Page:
The number of new COVID-19 cases in India recorded a significant fall in the last five days after consistently breaching the 90,000 mark on several days in early September. The drop in cases could be due to a significant decrease in the number of tests conducted.
In at least 10 States, there was a sharp fall in the number of tests conducted in the last 10 days despite an increase in the share of people testing positive.
Rapid fall in tests
Over the last 10 days, the number of new COVID-19 tests conducted per million people in India has been declining rapidly. While the share of people testing positive (positivity rate) has remained high and even increased a little over the last five days, the number of tests per million people dropped from 811 to 722 over the last 10 days. The share of positive tests is hovering around the 8.5% mark.
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Not all States recorded a decline in tests. They can be classified into three types based on their recent testing levels.
The bad: In Maharashtra and Assam, tests are going down, while the share of positive cases is going up. Using such a strategy would mean missing a lot of positive cases.
Other States in this category include Arunachal Pradesh, Goa, M.P., Nagaland, Sikkim, Tripura, Chhattisgarh and Karnataka.
The good: In T.N., tests are going up, while the positivity rate is going down. Other States include Delhi, Bihar, Jharkhand, Mizoram and W.B.
This is the ideal strategy. Despite the positivity rate going down, tests need to be scaled up or maintained at a certain level. Such an approach is required as sero-surveys show that for every confirmed case, there were 82-130 undetected infections in India.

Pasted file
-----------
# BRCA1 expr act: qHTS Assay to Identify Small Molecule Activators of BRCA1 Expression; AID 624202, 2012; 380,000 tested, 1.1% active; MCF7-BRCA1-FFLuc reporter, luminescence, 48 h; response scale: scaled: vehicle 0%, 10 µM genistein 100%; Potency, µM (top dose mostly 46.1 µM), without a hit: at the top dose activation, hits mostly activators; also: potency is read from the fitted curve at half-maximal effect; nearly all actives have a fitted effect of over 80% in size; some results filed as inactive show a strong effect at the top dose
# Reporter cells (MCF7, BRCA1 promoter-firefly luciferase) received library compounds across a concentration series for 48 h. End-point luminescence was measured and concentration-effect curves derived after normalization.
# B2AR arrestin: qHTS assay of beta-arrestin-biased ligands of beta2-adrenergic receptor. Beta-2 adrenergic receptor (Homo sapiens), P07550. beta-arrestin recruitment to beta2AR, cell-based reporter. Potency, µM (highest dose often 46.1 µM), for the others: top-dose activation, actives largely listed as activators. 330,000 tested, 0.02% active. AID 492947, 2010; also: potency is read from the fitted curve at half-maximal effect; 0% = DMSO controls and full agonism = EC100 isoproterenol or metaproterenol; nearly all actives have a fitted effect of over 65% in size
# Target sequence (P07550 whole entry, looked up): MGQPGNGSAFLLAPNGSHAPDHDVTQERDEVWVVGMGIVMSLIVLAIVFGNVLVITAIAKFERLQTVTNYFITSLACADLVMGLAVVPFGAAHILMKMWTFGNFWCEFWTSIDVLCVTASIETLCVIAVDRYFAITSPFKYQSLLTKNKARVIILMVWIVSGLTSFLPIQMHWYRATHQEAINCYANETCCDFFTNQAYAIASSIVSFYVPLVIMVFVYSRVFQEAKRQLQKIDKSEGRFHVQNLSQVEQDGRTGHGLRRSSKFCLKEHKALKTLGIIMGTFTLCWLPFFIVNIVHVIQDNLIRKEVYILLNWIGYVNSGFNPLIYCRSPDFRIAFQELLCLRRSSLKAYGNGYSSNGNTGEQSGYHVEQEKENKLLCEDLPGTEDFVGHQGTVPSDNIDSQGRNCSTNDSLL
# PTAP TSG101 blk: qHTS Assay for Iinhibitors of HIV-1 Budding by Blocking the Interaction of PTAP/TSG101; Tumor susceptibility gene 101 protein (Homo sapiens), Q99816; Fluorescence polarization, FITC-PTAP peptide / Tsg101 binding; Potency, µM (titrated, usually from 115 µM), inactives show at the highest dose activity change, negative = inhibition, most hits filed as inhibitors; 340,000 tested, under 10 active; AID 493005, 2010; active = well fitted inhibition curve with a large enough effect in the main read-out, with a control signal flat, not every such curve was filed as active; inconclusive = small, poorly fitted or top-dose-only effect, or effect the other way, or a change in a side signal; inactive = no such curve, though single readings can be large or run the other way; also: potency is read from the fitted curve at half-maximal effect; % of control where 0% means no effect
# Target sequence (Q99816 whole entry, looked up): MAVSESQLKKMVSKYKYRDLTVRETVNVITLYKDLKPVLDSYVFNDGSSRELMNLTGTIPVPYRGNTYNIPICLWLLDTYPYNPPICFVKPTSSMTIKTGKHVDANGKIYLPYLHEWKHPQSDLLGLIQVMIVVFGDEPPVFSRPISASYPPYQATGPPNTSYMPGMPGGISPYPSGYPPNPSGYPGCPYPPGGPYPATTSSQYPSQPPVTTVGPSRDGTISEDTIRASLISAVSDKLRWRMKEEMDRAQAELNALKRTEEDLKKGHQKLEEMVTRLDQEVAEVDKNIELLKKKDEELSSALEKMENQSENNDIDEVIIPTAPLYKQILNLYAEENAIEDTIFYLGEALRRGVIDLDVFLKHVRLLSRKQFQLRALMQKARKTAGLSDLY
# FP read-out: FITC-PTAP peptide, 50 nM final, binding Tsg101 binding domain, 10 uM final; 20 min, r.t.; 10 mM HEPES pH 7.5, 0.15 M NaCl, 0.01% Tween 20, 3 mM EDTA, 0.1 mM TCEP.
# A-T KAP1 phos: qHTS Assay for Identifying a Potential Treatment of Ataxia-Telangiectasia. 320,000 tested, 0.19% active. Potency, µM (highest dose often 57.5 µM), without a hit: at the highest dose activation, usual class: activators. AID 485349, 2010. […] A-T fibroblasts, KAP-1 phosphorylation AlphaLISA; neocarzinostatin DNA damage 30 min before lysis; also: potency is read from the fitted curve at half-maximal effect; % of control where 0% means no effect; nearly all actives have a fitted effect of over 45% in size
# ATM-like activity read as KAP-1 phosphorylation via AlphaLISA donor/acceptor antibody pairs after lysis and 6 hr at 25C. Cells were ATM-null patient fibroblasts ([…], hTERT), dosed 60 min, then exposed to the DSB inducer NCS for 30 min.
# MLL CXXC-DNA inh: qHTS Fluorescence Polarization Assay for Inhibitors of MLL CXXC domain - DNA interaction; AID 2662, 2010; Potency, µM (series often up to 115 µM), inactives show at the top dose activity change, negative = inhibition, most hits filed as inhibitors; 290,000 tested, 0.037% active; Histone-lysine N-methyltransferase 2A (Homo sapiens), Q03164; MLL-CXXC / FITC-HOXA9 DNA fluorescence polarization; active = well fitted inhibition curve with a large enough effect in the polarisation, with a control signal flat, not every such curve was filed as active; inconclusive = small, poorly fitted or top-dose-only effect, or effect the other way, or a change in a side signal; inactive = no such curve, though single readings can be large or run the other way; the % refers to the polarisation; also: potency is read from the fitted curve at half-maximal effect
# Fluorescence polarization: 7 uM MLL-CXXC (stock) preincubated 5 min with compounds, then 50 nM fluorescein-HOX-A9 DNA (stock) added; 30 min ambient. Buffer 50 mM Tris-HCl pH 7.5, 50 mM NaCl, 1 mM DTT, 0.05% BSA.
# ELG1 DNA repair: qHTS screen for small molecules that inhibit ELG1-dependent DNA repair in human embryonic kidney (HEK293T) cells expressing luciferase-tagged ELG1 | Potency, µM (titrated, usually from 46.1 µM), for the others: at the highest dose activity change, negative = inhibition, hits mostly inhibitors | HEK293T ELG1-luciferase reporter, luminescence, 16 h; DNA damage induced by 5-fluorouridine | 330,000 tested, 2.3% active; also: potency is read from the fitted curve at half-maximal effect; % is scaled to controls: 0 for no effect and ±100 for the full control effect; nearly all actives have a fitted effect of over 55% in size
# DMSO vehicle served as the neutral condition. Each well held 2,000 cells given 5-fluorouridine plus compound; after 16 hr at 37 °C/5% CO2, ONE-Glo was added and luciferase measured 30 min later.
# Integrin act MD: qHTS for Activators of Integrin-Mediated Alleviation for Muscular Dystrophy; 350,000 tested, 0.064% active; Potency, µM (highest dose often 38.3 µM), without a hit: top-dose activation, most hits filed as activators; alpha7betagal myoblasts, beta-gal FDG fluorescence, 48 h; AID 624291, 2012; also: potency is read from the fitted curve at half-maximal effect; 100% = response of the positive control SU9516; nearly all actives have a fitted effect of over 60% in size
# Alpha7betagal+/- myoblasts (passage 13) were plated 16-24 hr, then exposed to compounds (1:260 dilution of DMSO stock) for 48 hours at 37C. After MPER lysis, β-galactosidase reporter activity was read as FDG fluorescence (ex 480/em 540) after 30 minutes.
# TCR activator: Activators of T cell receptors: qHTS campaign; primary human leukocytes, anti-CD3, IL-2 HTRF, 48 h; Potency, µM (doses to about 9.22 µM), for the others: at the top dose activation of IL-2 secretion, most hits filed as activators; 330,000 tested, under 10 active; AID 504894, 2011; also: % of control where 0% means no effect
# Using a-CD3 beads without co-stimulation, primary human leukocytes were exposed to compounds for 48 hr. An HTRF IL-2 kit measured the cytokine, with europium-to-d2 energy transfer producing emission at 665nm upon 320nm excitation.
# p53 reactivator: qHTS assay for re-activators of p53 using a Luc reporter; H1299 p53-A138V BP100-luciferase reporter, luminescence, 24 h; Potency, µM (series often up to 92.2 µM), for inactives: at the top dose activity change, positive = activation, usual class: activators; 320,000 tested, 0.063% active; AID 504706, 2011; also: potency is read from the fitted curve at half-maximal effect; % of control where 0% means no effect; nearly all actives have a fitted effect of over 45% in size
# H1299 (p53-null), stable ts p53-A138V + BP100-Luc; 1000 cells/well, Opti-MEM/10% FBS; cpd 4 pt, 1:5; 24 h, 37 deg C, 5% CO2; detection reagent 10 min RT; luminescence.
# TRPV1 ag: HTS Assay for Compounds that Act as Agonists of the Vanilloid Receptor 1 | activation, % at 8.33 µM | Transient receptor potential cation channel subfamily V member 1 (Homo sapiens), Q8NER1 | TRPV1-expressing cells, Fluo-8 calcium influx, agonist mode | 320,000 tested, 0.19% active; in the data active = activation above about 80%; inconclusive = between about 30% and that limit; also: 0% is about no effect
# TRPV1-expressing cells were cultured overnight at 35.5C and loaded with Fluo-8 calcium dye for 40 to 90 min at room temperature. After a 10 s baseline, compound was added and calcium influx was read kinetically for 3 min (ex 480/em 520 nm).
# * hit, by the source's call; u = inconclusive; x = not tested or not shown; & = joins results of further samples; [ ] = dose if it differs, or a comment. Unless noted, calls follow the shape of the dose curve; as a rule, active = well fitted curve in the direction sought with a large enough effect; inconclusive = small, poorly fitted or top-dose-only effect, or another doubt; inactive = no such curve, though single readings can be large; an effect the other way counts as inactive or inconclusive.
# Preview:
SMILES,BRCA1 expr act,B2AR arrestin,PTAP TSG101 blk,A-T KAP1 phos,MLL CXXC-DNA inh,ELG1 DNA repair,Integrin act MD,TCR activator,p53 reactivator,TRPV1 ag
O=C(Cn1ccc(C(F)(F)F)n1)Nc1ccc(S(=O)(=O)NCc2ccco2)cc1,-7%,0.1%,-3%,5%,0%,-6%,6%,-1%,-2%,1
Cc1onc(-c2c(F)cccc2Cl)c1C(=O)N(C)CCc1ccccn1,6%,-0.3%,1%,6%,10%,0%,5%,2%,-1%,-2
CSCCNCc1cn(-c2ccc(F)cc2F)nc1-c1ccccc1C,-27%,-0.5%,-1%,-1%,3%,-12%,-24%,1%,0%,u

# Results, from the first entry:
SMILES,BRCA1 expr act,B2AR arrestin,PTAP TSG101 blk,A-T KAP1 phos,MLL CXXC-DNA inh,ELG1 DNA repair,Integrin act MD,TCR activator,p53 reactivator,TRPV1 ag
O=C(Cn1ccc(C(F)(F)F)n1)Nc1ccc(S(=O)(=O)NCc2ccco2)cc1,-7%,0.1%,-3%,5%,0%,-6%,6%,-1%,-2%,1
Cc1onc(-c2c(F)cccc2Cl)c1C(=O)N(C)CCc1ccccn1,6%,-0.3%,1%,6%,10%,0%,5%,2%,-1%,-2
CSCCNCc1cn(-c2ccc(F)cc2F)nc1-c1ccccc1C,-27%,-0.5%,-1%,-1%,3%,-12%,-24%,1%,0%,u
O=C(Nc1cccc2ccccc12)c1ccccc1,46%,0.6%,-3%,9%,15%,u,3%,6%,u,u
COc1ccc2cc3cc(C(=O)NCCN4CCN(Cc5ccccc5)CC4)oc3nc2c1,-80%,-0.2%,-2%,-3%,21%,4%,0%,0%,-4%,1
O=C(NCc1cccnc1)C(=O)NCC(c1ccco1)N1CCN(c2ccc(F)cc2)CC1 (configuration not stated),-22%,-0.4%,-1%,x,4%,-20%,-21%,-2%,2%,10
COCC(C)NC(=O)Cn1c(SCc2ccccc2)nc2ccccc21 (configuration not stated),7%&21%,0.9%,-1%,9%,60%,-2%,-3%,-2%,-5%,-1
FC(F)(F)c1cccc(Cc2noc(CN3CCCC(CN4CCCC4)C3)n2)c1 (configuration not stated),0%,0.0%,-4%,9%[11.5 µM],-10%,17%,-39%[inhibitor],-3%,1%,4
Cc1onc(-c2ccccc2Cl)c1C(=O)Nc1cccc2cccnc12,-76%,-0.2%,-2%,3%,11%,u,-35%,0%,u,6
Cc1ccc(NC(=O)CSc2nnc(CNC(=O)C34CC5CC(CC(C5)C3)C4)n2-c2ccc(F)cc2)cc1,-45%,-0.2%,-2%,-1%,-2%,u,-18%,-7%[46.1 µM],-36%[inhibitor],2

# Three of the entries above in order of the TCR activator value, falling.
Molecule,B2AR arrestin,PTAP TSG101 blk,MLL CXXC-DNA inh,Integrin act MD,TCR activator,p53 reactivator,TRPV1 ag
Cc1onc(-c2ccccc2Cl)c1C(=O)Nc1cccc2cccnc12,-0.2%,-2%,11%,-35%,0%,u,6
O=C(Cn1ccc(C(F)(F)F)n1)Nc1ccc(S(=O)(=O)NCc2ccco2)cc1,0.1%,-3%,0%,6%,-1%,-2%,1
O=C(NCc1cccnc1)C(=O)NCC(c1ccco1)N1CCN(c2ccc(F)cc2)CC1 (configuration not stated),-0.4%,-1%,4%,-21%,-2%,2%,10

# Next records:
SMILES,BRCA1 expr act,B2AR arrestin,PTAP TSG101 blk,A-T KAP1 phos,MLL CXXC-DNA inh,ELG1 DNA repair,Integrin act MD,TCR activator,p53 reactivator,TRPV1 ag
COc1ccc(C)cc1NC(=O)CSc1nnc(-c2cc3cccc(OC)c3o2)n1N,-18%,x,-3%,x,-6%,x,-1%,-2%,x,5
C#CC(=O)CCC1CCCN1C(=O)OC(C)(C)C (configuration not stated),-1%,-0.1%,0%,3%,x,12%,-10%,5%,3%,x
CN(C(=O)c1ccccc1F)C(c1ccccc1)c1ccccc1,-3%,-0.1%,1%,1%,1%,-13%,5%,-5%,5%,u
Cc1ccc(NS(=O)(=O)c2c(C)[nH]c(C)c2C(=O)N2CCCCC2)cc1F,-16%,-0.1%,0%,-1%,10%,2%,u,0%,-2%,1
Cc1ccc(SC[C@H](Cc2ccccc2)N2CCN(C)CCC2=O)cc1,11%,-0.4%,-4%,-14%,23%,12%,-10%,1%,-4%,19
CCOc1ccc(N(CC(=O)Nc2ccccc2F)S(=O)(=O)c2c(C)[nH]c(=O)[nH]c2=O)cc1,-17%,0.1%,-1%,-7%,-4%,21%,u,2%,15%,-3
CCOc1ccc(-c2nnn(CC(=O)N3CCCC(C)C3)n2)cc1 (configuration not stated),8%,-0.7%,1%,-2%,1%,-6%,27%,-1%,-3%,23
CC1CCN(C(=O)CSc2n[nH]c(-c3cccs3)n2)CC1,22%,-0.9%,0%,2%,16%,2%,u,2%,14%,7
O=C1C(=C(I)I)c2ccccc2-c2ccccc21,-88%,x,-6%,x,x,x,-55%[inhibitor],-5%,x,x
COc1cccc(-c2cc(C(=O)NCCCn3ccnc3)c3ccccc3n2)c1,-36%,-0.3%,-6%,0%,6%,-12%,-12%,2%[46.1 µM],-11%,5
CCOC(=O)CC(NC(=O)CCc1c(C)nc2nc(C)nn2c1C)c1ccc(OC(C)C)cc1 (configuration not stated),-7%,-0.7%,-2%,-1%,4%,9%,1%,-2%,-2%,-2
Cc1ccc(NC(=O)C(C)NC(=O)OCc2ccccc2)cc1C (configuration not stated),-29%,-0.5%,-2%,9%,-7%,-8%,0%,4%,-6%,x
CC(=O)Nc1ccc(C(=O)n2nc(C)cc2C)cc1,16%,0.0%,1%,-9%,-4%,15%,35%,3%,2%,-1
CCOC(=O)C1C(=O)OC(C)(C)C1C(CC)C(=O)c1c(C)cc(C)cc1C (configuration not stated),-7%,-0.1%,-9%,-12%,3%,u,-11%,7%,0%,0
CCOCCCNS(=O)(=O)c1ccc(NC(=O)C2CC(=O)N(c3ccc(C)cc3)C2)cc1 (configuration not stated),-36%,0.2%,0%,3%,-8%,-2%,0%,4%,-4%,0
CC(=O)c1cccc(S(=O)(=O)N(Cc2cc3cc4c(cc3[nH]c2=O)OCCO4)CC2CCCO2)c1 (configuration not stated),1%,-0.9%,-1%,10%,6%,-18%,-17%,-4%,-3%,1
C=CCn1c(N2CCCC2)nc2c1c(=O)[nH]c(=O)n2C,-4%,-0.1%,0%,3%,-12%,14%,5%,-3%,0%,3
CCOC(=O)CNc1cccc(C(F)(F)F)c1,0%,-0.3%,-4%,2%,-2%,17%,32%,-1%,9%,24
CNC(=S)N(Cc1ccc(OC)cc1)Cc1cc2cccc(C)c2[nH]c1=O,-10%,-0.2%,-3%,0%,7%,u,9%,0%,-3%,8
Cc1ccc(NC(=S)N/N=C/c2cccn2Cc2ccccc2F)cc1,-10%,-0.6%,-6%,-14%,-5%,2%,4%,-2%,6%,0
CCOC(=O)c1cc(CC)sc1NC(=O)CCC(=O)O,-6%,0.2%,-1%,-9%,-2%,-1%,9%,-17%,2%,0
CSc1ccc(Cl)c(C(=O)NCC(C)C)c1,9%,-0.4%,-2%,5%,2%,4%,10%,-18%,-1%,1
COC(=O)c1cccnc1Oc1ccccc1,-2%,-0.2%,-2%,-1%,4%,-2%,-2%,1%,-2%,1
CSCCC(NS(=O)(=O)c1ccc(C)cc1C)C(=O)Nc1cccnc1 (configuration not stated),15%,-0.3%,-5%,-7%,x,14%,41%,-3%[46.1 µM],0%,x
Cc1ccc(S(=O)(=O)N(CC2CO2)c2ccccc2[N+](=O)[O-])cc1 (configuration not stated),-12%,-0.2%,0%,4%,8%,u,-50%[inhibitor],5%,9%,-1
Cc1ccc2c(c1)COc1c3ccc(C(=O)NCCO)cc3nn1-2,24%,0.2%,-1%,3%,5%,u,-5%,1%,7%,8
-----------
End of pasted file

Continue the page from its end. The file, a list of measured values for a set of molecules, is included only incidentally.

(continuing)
Thus, the more the tests, the better, regardless of the positivity rate
Middling States: In Gujarat and Telangana, tests are dropping, but the share of positives is also going down. In these States, tests should be maintained at a certain level, if not increased, to ensure that the share of positives does not necessarily go down due to decreasing testing levels.
In Andhra Pradesh, tests as well as the share of positives are rising. Such States need to increase their testing levels to capture more positives. Nine other States are following this trend: Haryana, J&K, Punjab, Rajasthan, Uttarakhand, Manipur, Meghalaya, U.P. and Kerala.
The positivity rate varies widely based on the method of testing. For instance, over the past seven days, 81% of tests in Delhi were Rapid Antigen Detection Tests (RADT), which are not as reliable as RT-PCR tests. RADTs can register as many as 50% ‘false negatives’.
In Tamil Nadu, RADTs are not used. Thus, while the positivity rate in T.N. may be closest to the actual rate, the same cannot be said about Delhi. The share of RADTs in select States is as follows: A.P. (54%), Chhattisgarh (68%), Karnataka (42%), W.B. (55%), Mizoram (25%), Nagaland (7%).